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AMD chips are notorious for running on the warm side so it is necessary to make sure they are properly cooled to avoid instability which can be the result of excessive heat. Liquid Cooling has become fairly popular in high-end machines, and is quite safe. There is a vast array of cooling components available now. See for example: »www.pcstats.com/articlesearch.cf···ort=date
The most important part of cooling is the heatsink and fan combination. The stock retail boxes of both AMD and Intel chips come with a heatsink fan (HSF) combination. The HSF units that the chips come with are not the best but are good enough to get the job done. For AMD chips buying your own HSF is recommended, but for Intel, the included fan is fine.
To obtain the best cooling results make sure that the thermal compound is properly applied to the core of the CPU and the HSF; the steps can be found here. After you get the HSF unit installed, next come the case fans.
Any front fans on your case should be intake; rear fans exhaust. Any fans on the side (blowholes) should be intake as well. It is important to try to balance the amount of air taken into the case with the amount of air being removed. In other words, you do not want to have 4 intake fans and 1 exhaust; try to have at least one intake and one exhaust. The fan on the heatsink should be blowing air on the processor and not away from it.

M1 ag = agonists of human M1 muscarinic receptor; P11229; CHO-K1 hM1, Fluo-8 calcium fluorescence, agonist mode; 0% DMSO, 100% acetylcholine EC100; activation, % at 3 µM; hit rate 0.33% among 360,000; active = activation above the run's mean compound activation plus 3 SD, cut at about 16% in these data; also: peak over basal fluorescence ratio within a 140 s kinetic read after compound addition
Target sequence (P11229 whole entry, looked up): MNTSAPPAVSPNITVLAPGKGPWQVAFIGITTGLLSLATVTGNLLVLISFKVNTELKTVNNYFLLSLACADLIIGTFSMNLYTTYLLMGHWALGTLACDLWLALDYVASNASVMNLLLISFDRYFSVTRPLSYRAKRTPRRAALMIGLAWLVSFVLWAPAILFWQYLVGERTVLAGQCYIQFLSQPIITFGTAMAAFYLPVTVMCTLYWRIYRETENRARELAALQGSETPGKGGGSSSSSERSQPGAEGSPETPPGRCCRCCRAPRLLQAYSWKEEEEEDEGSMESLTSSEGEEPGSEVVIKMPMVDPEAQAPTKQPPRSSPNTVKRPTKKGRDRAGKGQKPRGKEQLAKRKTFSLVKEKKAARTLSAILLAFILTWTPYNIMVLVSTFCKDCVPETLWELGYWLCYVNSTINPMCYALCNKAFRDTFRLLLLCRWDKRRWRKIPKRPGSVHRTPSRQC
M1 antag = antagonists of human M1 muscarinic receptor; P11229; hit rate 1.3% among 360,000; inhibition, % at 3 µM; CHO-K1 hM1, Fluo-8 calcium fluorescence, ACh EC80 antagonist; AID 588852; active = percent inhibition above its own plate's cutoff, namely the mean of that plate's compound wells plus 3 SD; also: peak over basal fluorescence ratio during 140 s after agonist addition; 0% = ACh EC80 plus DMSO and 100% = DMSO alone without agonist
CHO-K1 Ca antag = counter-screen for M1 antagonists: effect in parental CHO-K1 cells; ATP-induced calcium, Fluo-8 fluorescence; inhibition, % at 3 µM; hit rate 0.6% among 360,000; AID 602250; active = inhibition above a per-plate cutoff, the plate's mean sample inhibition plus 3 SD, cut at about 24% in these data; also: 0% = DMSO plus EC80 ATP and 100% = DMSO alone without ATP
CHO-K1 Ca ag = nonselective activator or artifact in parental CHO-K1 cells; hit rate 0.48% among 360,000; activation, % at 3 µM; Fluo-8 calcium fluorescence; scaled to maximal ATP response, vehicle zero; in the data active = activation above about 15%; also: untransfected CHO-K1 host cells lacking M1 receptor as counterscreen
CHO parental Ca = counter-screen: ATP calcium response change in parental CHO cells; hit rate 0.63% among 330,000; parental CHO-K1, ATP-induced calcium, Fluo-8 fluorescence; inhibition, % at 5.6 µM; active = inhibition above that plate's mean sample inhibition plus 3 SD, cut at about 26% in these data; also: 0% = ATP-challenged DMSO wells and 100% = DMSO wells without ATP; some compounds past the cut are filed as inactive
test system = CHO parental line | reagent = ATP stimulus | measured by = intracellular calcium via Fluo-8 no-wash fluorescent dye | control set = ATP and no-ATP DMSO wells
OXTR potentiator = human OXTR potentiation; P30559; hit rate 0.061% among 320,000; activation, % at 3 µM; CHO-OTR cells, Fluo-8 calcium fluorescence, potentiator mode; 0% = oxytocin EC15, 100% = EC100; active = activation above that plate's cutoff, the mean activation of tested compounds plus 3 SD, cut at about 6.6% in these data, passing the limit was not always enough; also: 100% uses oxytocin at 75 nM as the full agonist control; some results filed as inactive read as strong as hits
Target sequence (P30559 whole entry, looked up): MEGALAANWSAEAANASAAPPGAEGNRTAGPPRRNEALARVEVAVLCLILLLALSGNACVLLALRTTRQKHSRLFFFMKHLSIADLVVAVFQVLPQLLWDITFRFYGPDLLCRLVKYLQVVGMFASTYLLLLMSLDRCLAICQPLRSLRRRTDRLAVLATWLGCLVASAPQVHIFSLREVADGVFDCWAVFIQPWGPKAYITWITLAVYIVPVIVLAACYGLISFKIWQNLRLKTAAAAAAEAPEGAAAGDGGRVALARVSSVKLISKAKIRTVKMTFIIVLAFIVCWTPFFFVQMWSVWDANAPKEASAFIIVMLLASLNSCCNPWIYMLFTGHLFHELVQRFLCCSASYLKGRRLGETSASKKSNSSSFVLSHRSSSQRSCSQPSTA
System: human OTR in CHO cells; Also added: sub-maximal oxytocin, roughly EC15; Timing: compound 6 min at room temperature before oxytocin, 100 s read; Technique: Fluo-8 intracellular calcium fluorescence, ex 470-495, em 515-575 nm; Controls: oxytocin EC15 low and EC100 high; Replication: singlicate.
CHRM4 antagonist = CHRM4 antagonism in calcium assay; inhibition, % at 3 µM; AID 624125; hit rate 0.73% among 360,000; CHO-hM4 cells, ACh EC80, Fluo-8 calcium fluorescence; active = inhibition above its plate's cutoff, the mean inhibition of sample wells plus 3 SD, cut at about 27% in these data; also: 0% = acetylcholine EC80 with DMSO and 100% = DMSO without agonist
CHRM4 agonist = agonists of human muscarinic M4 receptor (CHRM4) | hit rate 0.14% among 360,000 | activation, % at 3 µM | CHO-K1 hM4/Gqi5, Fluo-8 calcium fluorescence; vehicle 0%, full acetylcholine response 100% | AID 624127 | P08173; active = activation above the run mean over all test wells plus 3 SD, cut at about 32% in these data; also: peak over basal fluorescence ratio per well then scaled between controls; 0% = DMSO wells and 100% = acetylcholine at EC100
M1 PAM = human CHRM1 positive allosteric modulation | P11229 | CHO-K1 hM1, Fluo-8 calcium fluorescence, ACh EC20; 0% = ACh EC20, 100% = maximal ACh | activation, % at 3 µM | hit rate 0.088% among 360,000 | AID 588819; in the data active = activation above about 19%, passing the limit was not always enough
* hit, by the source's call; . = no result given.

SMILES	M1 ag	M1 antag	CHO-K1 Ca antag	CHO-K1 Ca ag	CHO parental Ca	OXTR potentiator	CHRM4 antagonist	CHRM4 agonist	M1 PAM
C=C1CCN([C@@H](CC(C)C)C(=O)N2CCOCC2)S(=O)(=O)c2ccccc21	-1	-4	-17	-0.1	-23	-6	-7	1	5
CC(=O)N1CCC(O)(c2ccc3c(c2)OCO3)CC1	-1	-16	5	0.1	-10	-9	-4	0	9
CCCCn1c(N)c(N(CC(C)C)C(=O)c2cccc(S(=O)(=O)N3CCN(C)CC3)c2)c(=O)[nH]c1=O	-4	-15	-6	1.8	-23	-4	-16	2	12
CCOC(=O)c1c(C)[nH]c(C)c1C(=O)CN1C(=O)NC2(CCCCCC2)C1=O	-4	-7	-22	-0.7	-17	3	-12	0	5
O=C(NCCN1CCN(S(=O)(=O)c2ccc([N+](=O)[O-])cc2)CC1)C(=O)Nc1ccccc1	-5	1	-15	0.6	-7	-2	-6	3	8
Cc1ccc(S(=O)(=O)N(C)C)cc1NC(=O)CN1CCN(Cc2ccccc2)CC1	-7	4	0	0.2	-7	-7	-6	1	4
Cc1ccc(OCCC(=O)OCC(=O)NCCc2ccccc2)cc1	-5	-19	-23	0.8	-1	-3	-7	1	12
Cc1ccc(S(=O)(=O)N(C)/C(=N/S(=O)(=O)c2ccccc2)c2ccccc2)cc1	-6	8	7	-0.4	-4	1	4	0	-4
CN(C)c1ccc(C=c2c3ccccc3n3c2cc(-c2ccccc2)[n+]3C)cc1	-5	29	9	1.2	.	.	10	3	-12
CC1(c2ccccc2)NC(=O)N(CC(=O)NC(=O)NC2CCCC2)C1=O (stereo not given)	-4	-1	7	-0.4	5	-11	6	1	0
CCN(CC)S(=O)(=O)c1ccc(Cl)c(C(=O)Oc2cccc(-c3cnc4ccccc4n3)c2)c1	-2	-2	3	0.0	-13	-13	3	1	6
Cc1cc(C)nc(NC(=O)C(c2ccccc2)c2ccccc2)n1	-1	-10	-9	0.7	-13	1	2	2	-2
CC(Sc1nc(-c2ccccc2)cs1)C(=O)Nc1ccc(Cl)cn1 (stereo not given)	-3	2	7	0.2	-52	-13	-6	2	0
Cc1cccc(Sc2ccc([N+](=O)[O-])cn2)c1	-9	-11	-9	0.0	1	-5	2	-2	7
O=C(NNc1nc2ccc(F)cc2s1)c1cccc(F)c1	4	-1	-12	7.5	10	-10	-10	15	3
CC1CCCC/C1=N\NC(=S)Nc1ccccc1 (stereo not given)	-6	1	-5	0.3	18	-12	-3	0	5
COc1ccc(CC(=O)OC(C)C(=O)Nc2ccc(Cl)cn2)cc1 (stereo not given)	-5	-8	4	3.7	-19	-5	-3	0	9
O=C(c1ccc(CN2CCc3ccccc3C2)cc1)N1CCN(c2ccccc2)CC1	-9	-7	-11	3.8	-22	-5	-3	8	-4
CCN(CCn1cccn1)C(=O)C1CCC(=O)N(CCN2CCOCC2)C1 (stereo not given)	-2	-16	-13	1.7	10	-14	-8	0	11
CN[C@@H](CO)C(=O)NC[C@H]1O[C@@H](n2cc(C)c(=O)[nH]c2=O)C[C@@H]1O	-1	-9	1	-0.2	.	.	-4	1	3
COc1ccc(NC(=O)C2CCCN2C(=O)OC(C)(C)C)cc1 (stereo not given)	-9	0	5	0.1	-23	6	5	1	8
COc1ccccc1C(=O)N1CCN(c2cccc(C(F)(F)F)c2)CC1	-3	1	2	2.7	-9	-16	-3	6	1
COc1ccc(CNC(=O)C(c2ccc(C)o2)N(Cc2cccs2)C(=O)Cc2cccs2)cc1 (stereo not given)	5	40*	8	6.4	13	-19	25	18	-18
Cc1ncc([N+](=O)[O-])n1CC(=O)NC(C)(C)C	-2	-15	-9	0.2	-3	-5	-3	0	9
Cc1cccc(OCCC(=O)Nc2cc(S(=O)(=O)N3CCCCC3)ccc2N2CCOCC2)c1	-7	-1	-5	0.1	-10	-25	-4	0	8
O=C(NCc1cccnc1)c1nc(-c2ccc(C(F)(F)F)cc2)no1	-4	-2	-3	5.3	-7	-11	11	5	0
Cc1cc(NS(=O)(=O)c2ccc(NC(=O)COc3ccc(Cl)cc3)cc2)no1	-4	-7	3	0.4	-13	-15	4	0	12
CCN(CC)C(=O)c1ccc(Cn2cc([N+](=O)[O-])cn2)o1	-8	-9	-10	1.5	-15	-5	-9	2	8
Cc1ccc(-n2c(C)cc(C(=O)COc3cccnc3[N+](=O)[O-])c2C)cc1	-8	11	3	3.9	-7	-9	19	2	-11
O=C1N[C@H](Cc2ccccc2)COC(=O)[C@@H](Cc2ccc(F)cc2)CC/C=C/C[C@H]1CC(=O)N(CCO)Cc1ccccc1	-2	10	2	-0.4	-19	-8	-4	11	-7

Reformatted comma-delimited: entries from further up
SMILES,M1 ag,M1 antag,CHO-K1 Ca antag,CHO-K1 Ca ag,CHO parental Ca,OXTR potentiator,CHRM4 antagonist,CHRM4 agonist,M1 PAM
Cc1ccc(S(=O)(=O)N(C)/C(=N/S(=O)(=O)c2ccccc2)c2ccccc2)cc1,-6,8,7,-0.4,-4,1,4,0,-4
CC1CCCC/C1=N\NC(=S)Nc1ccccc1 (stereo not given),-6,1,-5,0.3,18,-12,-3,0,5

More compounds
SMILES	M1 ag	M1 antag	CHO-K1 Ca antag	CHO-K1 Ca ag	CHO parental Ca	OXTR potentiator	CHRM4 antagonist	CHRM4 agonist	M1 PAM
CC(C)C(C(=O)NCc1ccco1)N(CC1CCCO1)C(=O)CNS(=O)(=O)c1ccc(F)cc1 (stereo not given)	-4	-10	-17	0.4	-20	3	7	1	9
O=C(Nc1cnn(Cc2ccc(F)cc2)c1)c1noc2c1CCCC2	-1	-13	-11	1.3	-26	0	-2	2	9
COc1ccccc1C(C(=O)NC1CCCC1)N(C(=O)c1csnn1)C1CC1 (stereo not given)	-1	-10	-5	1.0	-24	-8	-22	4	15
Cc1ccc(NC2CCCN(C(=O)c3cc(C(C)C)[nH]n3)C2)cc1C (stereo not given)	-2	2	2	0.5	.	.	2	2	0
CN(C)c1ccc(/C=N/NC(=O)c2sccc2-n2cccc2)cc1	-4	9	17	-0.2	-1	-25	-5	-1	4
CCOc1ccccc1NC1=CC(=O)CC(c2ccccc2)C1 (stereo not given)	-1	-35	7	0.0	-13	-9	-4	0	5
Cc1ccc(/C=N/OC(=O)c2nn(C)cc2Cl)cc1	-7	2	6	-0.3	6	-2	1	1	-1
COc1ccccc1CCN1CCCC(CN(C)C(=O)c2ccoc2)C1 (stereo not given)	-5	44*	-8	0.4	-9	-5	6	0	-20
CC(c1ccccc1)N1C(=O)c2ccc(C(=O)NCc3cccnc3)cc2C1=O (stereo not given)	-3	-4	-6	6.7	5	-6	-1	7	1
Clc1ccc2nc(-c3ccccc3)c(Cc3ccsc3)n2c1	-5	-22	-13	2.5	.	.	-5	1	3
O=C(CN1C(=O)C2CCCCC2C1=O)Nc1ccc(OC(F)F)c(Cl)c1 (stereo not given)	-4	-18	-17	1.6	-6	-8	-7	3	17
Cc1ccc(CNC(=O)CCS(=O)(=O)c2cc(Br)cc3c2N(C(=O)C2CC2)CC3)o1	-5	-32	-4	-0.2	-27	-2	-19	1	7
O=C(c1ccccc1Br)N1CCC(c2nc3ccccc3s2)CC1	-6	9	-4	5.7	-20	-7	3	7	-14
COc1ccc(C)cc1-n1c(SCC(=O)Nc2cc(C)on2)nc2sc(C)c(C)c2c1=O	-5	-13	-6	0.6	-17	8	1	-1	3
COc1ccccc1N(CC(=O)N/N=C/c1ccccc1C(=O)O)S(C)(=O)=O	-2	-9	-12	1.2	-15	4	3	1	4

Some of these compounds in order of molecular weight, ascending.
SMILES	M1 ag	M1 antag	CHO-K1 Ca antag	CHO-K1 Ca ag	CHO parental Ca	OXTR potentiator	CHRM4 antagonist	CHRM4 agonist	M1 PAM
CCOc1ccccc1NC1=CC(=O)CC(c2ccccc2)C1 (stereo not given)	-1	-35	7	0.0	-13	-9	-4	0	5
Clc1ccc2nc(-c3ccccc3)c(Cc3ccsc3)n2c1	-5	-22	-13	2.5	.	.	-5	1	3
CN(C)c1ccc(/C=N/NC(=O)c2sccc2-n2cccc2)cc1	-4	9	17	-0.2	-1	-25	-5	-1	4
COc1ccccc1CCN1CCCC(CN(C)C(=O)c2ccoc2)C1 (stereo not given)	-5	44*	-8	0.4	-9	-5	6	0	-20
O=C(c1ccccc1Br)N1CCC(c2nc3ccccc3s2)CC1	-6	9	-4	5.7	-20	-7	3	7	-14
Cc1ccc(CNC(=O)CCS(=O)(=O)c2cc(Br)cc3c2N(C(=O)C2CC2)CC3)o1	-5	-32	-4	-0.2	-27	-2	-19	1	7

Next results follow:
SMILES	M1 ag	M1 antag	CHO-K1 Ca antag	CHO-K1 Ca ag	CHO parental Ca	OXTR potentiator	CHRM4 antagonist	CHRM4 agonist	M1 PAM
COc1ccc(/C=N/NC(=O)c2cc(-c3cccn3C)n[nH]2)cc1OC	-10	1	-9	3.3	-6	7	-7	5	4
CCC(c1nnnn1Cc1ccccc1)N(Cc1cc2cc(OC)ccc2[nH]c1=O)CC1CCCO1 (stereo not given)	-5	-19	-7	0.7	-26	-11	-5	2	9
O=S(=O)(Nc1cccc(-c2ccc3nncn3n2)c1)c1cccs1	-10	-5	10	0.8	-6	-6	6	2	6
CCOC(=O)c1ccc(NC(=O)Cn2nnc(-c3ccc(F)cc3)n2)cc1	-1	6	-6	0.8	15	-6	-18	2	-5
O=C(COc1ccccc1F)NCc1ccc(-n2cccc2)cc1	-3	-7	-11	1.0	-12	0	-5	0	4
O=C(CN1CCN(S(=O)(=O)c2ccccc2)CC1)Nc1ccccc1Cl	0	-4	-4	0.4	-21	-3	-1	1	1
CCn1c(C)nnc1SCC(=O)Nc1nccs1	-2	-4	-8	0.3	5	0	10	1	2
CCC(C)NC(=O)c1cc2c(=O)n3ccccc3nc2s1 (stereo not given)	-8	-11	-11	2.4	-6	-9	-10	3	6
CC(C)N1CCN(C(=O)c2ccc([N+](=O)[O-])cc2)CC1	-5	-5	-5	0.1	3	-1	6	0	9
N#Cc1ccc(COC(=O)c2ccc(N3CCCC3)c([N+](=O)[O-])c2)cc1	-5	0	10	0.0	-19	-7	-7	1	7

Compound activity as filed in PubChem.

For a diagram of proper case airflow, see the following picture from AMD's guide to cooling. This also applies to Intel based systems.
Proper temperatures vary between systems but in general the case temperature (as reported by the onboard sensors) should be a few degrees celsius above room temperature. The temperature of the processor for AMD's should be in the mid-40's C ideally but can go to the mid-50's C without difficulty. Intel chips should run in the low to mid 40's C but unless you get above 50 C, do not worry. Of course, the lower the temperature is the better.